Explain outcome based practice.
Outcome based practice is where the focus is on the impact of the support and care provided to a person and how this may affect the end result and affect their life. It allows the service user’s to focus on goals and priorities within their life and what they would want to achieve. All people involved in their care, whether it is families, care workers or outside teams (GP, District Nurses etc) are involved in ensuring the service user can achieve their aspirations and goals in order to have a positive impact on their life.
Critically review approaches to outcome based practice.
There are various approaches to outcome based practice which include reviewing both staff practices and the practices in place for the service users. Staff practices are reviewed by having supervisions and appraisals in order to ensure that the standard of care being delivered to the service users is of the appropriate standard. It also allows staff to give feedback on the practices that are in place and if improvements could be put in place to benefit the service users.
Service users within the care setting each have their own care plan and risk assessments in place to address what their care needs and preferences may be. This helps to promote outcome based practice because it allows the service user to highlight their needs and wishes to staff. It also allows staff to identify where any care needs are needed to ensure the service user gets all the help and support that they need. All care plans are done with a person centred approach and are tailored to suit each individual’s needs, preferences and wishes.
Families may also be involved with promoting outcome based practice, especially in the care setting which may include, dementia/nursing care. This is due to service users possibly not being aware of how they may need additional help and support. They can also give insight as to how their life was previously before needing to be in a care setting 24 hours a day. This enables staff to do the things they were used to doing before illness caused a need for care being provided 24 hours a day. If there are any conflict or concerns with relatives this can be discussed with them and the care plan can be amended or explained why it is like that creating a better relationship with the service uses and their families.
Line managers are also involved in promoting outcome based practice by ensuring that all documentation is up to date and amended if needed according to each service user’s needs. Without having this approach there could be things missed which may ultimately affect a service user’s wellbeing and health so all care plans must be checked and updated monthly. Any feedback or support will also come from the line managers in order to improve the standard of care being delivered.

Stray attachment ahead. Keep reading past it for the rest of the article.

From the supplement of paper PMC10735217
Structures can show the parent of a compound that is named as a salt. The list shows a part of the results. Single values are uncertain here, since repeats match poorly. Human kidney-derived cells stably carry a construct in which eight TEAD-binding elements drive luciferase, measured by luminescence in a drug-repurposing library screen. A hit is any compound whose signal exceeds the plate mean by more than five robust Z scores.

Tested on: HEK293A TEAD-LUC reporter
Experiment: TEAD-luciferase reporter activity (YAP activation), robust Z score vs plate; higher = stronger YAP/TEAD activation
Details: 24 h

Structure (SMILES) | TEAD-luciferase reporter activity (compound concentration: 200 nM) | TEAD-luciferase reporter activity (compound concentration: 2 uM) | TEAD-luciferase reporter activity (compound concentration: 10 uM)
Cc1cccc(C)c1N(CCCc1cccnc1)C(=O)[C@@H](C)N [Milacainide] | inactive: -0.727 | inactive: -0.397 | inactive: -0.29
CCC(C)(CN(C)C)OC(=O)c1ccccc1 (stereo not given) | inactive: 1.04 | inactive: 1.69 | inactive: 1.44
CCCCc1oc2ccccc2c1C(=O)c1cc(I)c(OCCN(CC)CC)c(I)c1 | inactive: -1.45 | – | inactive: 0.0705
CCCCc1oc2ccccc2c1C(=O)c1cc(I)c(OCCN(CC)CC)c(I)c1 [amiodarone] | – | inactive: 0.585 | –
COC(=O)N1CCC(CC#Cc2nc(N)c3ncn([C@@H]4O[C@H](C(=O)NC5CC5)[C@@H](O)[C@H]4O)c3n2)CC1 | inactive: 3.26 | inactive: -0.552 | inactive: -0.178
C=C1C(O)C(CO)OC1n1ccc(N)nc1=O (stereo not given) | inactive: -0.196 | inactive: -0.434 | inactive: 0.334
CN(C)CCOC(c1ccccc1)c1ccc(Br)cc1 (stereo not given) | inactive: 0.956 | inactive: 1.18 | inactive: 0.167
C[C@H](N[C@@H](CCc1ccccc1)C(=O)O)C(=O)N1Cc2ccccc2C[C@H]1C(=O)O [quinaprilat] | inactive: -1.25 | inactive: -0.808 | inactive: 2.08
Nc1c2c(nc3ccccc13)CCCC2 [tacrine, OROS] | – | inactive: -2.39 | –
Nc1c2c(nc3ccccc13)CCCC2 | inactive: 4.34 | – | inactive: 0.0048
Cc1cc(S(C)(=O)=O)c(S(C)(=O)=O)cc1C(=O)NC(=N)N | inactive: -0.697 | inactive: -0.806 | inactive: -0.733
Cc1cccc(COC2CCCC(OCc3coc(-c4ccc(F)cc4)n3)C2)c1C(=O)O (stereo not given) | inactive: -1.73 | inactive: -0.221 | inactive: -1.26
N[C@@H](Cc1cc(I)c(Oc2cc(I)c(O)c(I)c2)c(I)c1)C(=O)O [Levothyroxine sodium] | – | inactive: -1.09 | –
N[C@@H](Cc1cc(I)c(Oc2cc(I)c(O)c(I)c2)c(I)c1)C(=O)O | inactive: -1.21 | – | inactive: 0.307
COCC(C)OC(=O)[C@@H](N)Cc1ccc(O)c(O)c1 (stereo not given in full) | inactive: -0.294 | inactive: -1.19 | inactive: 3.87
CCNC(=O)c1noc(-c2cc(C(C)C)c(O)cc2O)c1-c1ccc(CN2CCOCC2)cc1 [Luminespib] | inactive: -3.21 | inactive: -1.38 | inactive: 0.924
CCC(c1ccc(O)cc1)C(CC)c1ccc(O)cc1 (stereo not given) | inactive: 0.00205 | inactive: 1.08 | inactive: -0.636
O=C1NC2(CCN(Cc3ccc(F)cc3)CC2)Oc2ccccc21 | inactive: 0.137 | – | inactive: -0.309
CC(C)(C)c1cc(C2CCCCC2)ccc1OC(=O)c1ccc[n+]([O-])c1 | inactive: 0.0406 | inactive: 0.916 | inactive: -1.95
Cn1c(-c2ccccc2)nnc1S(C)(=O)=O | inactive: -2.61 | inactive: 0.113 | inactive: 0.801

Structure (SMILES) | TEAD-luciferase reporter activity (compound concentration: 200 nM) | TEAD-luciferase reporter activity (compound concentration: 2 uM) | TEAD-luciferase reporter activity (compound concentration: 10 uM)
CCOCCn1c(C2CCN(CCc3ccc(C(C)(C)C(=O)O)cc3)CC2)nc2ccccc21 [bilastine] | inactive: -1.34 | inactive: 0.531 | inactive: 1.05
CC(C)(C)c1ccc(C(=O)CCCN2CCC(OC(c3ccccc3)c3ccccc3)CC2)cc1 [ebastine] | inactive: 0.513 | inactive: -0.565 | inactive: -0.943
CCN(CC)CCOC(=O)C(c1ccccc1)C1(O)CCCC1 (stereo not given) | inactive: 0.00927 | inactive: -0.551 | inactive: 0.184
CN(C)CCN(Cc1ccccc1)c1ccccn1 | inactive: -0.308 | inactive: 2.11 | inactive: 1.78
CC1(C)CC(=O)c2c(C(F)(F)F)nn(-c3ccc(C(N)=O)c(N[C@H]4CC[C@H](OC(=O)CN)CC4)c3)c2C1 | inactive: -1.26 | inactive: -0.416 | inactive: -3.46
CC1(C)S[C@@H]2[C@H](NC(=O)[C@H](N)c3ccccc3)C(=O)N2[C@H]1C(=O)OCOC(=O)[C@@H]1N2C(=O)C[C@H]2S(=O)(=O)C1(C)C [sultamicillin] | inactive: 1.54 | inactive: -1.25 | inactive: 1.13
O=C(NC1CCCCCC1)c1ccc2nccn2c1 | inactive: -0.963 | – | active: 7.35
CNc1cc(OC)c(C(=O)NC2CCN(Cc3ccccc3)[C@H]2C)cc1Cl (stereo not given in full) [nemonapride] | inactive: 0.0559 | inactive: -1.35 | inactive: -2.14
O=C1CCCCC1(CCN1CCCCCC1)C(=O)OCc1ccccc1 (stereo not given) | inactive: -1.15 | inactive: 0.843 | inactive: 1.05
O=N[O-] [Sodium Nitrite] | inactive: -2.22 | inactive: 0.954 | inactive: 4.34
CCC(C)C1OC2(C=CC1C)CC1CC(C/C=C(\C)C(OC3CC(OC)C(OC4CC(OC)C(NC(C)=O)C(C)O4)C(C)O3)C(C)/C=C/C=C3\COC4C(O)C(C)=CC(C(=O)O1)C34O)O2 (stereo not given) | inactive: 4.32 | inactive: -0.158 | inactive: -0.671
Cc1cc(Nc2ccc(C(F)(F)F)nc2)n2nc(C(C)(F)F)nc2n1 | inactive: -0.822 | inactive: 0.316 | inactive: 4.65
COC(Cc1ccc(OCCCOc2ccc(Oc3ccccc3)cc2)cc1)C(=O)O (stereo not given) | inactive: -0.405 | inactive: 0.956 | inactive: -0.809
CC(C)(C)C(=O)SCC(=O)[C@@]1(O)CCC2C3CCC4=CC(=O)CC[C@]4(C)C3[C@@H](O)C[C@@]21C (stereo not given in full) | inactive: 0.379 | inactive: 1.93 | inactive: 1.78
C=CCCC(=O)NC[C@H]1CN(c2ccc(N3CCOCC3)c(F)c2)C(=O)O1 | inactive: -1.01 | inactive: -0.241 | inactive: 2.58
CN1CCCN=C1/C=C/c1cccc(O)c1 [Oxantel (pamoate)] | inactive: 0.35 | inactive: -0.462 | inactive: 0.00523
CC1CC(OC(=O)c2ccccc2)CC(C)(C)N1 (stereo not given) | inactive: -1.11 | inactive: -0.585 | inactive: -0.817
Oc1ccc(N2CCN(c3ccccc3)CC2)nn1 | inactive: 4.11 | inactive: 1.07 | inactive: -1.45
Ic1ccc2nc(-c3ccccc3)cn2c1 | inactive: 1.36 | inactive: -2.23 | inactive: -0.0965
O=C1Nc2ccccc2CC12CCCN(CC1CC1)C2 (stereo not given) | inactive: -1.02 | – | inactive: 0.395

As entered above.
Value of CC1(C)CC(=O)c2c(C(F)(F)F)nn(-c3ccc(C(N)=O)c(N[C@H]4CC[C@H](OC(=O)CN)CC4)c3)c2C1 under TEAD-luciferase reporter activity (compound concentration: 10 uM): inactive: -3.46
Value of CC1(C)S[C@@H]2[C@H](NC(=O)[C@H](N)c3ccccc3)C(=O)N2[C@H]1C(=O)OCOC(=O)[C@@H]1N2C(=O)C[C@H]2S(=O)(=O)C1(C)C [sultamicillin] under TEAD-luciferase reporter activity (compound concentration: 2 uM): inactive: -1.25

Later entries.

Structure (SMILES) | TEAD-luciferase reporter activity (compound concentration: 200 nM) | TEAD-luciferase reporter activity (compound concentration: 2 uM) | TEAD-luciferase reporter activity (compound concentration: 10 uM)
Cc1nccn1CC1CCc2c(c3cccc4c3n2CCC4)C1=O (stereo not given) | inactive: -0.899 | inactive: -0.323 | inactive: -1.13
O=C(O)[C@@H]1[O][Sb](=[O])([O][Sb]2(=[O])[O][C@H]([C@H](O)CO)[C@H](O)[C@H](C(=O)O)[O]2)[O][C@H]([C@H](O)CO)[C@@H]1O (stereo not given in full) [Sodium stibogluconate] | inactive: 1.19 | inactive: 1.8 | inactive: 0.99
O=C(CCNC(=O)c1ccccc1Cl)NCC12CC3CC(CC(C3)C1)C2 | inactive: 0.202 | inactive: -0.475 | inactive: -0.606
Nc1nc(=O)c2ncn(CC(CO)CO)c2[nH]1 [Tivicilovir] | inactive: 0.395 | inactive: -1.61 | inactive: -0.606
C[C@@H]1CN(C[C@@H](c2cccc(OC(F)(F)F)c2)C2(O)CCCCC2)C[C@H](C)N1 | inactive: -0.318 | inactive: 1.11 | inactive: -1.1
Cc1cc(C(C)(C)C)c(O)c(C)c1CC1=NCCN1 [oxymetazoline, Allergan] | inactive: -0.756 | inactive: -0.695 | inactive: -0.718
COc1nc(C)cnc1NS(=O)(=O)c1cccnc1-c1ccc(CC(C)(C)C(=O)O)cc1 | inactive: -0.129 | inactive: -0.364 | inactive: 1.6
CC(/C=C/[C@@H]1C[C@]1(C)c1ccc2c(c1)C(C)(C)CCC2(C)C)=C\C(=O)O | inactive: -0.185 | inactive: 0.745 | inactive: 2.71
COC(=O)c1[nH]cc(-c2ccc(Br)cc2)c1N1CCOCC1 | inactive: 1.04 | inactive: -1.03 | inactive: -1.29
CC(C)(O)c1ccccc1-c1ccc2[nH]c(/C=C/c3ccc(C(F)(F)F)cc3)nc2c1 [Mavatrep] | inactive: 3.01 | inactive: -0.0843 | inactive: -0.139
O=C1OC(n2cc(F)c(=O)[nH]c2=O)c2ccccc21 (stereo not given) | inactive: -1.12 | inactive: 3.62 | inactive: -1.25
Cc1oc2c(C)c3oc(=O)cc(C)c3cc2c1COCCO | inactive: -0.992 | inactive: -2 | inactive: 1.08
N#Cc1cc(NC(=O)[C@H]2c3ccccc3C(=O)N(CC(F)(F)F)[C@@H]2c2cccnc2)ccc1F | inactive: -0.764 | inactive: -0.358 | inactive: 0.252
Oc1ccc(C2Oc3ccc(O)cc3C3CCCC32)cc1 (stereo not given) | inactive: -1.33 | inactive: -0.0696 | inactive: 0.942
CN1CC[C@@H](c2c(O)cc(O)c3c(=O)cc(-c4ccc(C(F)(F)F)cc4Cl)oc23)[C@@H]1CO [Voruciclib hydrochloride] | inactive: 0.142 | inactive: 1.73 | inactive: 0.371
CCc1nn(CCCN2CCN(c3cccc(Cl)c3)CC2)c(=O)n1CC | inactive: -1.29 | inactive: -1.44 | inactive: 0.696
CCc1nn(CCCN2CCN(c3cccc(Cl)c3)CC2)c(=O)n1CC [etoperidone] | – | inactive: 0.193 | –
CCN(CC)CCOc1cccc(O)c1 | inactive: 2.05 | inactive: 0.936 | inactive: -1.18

Analyse the effect of legislation and policy on outcome based practice.
The various policies and legislation that have to be adhered to in the workplace may have an effect on outcome based practice because in order to achieve the service user’s needs, wishes and goals there may be certain aspects that could hinder this. For example, if a service user wanted to walk but was unable to do any lengthy distance, or if they wanted certain belongings in the room but it was a health and safety risk. All legislation and policies must be adhered to by staff at all times however this may be difficult for the service users to understand. This could be more of an issue within a dementia care setting where some service users are unable to make decisions and this could result in injury to themselves or others. The Care Quality Commission (CQC) ensure that all legislation and policies are adhered to whilst maintaining the service user’s rights, wishes and dignity at all times. The care setting must ensure that all policies and procedures that are followed ensure that it promotes positive wellbeing for the individual in their care and that they are all treated equally.
Explain how outcome based practice can result in positive changes in individual’s lives.
It can result in positive changes because it allows the service user to be seen as an individual and ensure that their needs, wishes and preferences are taken into account. It also allows them to be seen as a person rather than another resident which builds up trust and a relationship between the staff and the service user. This has a positive impact on their health and wellbeing and allows them to be involved in the care they may need and voice their opinion and views relating to their care needs.
It also allows staff to address where changes could be made within the care setting and improve the current care a service user may be receiving. It also allows staff to see the service user as the individual that they were before the illness and help them to achieve their needs, wishes and preferences.
Relatives can also be involved in the service user’s care if needed and promote positive wellbeing for their loved one by having discussions relating to the care plans. Any improvements ca